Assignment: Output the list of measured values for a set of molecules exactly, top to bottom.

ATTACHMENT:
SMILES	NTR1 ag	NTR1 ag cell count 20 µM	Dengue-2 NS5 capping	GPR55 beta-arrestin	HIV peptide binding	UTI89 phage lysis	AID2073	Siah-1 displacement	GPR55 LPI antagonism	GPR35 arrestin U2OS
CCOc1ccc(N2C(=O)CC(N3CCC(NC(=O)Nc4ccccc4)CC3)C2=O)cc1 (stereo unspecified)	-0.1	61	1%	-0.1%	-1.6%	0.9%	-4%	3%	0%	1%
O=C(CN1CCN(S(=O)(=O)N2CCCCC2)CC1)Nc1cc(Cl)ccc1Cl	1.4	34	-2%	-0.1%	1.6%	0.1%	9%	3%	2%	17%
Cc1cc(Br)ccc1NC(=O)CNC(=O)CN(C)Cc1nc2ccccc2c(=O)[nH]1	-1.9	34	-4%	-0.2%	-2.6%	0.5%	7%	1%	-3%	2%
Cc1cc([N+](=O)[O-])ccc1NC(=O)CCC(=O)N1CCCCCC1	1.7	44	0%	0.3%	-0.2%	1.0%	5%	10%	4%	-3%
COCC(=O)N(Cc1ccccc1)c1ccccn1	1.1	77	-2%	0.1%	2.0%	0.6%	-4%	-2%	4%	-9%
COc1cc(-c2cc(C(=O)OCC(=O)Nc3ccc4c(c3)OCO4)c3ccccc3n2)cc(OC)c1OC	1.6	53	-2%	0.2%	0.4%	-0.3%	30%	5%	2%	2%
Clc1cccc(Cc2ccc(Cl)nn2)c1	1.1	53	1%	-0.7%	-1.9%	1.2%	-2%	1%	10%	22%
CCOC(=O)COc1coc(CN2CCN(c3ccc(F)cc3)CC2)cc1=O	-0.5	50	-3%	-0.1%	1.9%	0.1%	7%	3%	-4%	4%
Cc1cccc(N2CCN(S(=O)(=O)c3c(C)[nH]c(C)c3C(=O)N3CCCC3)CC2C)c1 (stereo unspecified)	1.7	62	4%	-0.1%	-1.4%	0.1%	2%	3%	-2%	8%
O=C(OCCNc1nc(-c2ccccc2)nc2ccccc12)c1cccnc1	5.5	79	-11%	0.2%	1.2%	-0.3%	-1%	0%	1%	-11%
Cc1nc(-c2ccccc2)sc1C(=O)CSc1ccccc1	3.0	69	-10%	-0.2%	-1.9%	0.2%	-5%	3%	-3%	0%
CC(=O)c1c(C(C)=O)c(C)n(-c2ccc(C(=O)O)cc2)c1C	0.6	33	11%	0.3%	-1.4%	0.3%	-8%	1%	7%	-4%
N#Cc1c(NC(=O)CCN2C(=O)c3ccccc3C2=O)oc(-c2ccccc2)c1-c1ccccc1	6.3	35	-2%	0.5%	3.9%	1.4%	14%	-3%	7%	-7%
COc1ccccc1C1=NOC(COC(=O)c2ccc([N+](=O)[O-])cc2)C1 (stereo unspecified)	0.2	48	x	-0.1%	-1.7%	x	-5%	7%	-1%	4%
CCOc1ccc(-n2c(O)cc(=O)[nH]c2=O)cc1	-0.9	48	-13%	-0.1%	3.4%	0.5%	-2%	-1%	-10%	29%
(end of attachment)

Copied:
SMILES	NTR1 ag	NTR1 ag cell count 20 µM	Dengue-2 NS5 capping	GPR55 beta-arrestin	HIV peptide binding	UTI89 phage lysis	AID2073	Siah-1 displacement	GPR55 LPI antagonism	GPR35 arrestin U2OS
CCOc1ccc(N2C(=O)CC(N3CCC(NC(=O)Nc4ccccc4)CC3)C2=O)cc1 (stereo unspecified)	-0.1	61	1%	-0.1%	-1.6%	0.9%	-4%	3%	0%	1%
O=C(CN1CCN(S(=O)(=O)N2CCCCC2)CC1)Nc1cc(Cl)ccc1Cl	1.4	34	-2%	-0.1%	1.6%	0.1%	9%	3%	2%	17%
Cc1cc(Br)ccc1NC(=O)CNC(=O)CN(C)Cc1nc2ccccc2c(=O)[nH]1	-1.9	34	-4%	-0.2%	-2.6%	0.5%	7%	1%	-3%	2%
Cc1cc([N+](=O)[O-])ccc1NC(=O)CCC(=O)N1CCCCCC1	1.7	44	0%	0.3%	-0.2%	1.0%	5%	10%	4%	-3%
COCC(=O)N(Cc1ccccc1)c1ccccn1	1.1	77	-2%	0.1%	2.0%	0.6%	-4%	-2%	4%	-9%
COc1cc(-c2cc(C(=O)OCC(=O)Nc3ccc4c(c3)OCO4)c3ccccc3n2)cc(OC)c1OC	1.6	53	-2%	0.2%	0.4%	-0.3%	30%	5%	2%	2%
Clc1cccc(Cc2ccc(Cl)nn2)c1	1.1	53	1%	-0.7%	-1.9%	1.2%	-2%	1%	10%	22%
CCOC(=O)COc1coc(CN2CCN(c3ccc(F)cc3)CC2)cc1=O	-0.5	50	-3%	-0.1%	1.9%	0.1%	7%	3%	-4%	4%
Cc1cccc(N2CCN(S(=O)(=O)c3c(C)[nH]c(C)c3C(=O)N3CCCC3)CC2C)c1 (stereo unspecified)	1.7	62	4%	-0.1%	-1.4%	0.1%	2%	3%	-2%	8%
O=C(OCCNc1nc(-c2ccccc2)nc2ccccc12)c1cccnc1	5.5	79	-11%	0.2%	1.2%	-0.3%	-1%	0%	1%	-11%
Cc1nc(-c2ccccc2)sc1C(=O)CSc1ccccc1	3.0	69	-10%	-0.2%	-1.9%	0.2%	-5%	3%	-3%	0%
CC(=O)c1c(C(C)=O)c(C)n(-c2ccc(C(=O)O)cc2)c1C	0.6	33	11%	0.3%	-1.4%	0.3%	-8%	1%	7%	-4%
N#Cc1c(NC(=O)CCN2C(=O)c3ccccc3C2=O)oc(-c2ccccc2)c1-c1ccccc1	6.3	35	-2%	0.5%	3.9%	1.4%	14%	-3%	7%	-7%
COc1ccccc1C1=NOC(COC(=O)c2ccc([N+](=O)[O-])cc2)C1 (stereo unspecified)	0.2	48	x	-0.1%	-1.7%	x	-5%	7%	-1%	4%
CCOc1ccc(-n2c(O)cc(=O)[nH]c2=O)cc1	-0.9	48	-13%	-0.1%	3.4%	0.5%	-2%	-1%	-10%	29%